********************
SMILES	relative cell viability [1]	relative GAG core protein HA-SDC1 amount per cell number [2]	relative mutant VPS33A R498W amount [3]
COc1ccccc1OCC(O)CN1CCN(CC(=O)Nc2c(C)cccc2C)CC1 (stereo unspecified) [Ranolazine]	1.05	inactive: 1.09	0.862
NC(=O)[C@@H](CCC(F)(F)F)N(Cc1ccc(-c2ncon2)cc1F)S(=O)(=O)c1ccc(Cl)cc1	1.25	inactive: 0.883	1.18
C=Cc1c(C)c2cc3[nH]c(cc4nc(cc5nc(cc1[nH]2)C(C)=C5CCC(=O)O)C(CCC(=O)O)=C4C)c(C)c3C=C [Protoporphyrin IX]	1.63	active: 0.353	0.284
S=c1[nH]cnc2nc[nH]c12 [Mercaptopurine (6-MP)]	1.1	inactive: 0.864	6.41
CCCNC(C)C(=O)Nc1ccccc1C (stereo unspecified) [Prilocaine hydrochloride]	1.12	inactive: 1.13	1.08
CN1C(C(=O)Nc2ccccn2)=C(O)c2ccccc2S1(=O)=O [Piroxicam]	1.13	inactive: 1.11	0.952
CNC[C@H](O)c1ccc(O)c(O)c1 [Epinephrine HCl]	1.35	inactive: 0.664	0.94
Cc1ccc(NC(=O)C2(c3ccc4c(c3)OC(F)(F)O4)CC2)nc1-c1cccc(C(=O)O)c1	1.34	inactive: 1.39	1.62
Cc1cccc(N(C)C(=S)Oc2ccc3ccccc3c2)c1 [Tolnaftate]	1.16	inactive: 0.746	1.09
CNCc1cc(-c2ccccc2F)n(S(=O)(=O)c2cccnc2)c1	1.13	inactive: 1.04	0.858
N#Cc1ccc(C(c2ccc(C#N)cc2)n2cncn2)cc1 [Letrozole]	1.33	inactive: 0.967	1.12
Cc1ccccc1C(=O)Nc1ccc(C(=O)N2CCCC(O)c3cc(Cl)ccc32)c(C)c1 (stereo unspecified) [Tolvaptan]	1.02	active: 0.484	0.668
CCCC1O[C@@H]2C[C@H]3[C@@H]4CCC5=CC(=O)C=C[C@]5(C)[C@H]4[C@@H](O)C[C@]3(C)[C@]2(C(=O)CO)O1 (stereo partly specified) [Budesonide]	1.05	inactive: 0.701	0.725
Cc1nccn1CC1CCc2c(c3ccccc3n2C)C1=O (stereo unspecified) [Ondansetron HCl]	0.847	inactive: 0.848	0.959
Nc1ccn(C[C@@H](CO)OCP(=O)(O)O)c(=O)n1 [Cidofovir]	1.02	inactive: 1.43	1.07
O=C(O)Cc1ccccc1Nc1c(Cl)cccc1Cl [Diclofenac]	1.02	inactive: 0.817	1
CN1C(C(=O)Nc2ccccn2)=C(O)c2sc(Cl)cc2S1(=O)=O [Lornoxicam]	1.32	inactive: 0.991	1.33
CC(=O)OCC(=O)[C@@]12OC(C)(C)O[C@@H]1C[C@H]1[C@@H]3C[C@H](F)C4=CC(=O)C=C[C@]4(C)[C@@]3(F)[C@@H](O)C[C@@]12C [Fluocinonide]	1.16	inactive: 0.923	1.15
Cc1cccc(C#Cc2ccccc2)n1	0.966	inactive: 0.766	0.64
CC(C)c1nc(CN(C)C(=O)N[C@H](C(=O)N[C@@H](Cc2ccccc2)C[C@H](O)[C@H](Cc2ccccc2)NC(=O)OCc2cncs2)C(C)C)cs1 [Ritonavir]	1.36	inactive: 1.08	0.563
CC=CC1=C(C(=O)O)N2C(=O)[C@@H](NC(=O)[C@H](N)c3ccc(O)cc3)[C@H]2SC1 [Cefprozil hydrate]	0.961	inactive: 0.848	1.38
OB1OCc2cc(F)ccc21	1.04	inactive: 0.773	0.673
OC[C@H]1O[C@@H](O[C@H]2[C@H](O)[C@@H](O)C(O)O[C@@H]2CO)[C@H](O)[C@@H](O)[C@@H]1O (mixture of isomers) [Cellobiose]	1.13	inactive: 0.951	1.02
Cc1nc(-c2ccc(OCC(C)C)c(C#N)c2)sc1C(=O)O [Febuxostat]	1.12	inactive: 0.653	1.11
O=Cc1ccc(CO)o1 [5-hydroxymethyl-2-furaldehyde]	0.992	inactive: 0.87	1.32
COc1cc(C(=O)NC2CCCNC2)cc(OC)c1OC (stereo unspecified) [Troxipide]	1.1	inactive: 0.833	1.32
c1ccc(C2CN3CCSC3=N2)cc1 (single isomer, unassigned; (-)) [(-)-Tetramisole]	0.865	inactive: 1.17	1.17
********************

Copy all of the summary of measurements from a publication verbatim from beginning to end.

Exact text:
SMILES	relative cell viability [1]	relative GAG core protein HA-SDC1 amount per cell number [2]	relative mutant VPS33A R498W amount [3]
COc1ccccc1OCC(O)CN1CCN(CC(=O)Nc2c(C)cccc2C)CC1 (stereo unspecified) [Ranolazine]	1.05	inactive: 1.09	0.862
NC(=O)[C@@H](CCC(F)(F)F)N(Cc1ccc(-c2ncon2)cc1F)S(=O)(=O)c1ccc(Cl)cc1	1.25	inactive: 0.883	1.18
C=Cc1c(C)c2cc3[nH]c(cc4nc(cc5nc(cc1[nH]2)C(C)=C5CCC(=O)O)C(CCC(=O)O)=C4C)c(C)c3C=C [Protoporphyrin IX]	1.63	active: 0.353	0.284
S=c1[nH]cnc2nc[nH]c12 [Mercaptopurine (6-MP)]	1.1	inactive: 0.864	6.41
CCCNC(C)C(=O)Nc1ccccc1C (stereo unspecified) [Prilocaine hydrochloride]	1.12	inactive: 1.13	1.08
CN1C(C(=O)Nc2ccccn2)=C(O)c2ccccc2S1(=O)=O [Piroxicam]	1.13	inactive: 1.11	0.952
CNC[C@H](O)c1ccc(O)c(O)c1 [Epinephrine HCl]	1.35	inactive: 0.664	0.94
Cc1ccc(NC(=O)C2(c3ccc4c(c3)OC(F)(F)O4)CC2)nc1-c1cccc(C(=O)O)c1	1.34	inactive: 1.39	1.62
Cc1cccc(N(C)C(=S)Oc2ccc3ccccc3c2)c1 [Tolnaftate]	1.16	inactive: 0.746	1.09
CNCc1cc(-c2ccccc2F)n(S(=O)(=O)c2cccnc2)c1	1.13	inactive: 1.04	0.858
N#Cc1ccc(C(c2ccc(C#N)cc2)n2cncn2)cc1 [Letrozole]	1.33	inactive: 0.967	1.12
Cc1ccccc1C(=O)Nc1ccc(C(=O)N2CCCC(O)c3cc(Cl)ccc32)c(C)c1 (stereo unspecified) [Tolvaptan]	1.02	active: 0.484	0.668
CCCC1O[C@@H]2C[C@H]3[C@@H]4CCC5=CC(=O)C=C[C@]5(C)[C@H]4[C@@H](O)C[C@]3(C)[C@]2(C(=O)CO)O1 (stereo partly specified) [Budesonide]	1.05	inactive: 0.701	0.725
Cc1nccn1CC1CCc2c(c3ccccc3n2C)C1=O (stereo unspecified) [Ondansetron HCl]	0.847	inactive: 0.848	0.959
Nc1ccn(C[C@@H](CO)OCP(=O)(O)O)c(=O)n1 [Cidofovir]	1.02	inactive: 1.43	1.07
O=C(O)Cc1ccccc1Nc1c(Cl)cccc1Cl [Diclofenac]	1.02	inactive: 0.817	1
CN1C(C(=O)Nc2ccccn2)=C(O)c2sc(Cl)cc2S1(=O)=O [Lornoxicam]	1.32	inactive: 0.991	1.33
CC(=O)OCC(=O)[C@@]12OC(C)(C)O[C@@H]1C[C@H]1[C@@H]3C[C@H](F)C4=CC(=O)C=C[C@]4(C)[C@@]3(F)[C@@H](O)C[C@@]12C [Fluocinonide]	1.16	inactive: 0.923	1.15
Cc1cccc(C#Cc2ccccc2)n1	0.966	inactive: 0.766	0.64
CC(C)c1nc(CN(C)C(=O)N[C@H](C(=O)N[C@@H](Cc2ccccc2)C[C@H](O)[C@H](Cc2ccccc2)NC(=O)OCc2cncs2)C(C)C)cs1 [Ritonavir]	1.36	inactive: 1.08	0.563
CC=CC1=C(C(=O)O)N2C(=O)[C@@H](NC(=O)[C@H](N)c3ccc(O)cc3)[C@H]2SC1 [Cefprozil hydrate]	0.961	inactive: 0.848	1.38
OB1OCc2cc(F)ccc21	1.04	inactive: 0.773	0.673
OC[C@H]1O[C@@H](O[C@H]2[C@H](O)[C@@H](O)C(O)O[C@@H]2CO)[C@H](O)[C@@H](O)[C@@H]1O (mixture of isomers) [Cellobiose]	1.13	inactive: 0.951	1.02
Cc1nc(-c2ccc(OCC(C)C)c(C#N)c2)sc1C(=O)O [Febuxostat]	1.12	inactive: 0.653	1.11
O=Cc1ccc(CO)o1 [5-hydroxymethyl-2-furaldehyde]	0.992	inactive: 0.87	1.32
COc1cc(C(=O)NC2CCCNC2)cc(OC)c1OC (stereo unspecified) [Troxipide]	1.1	inactive: 0.833	1.32
c1ccc(C2CN3CCSC3=N2)cc1 (single isomer, unassigned; (-)) [(-)-Tetramisole]	0.865	inactive: 1.17	1.17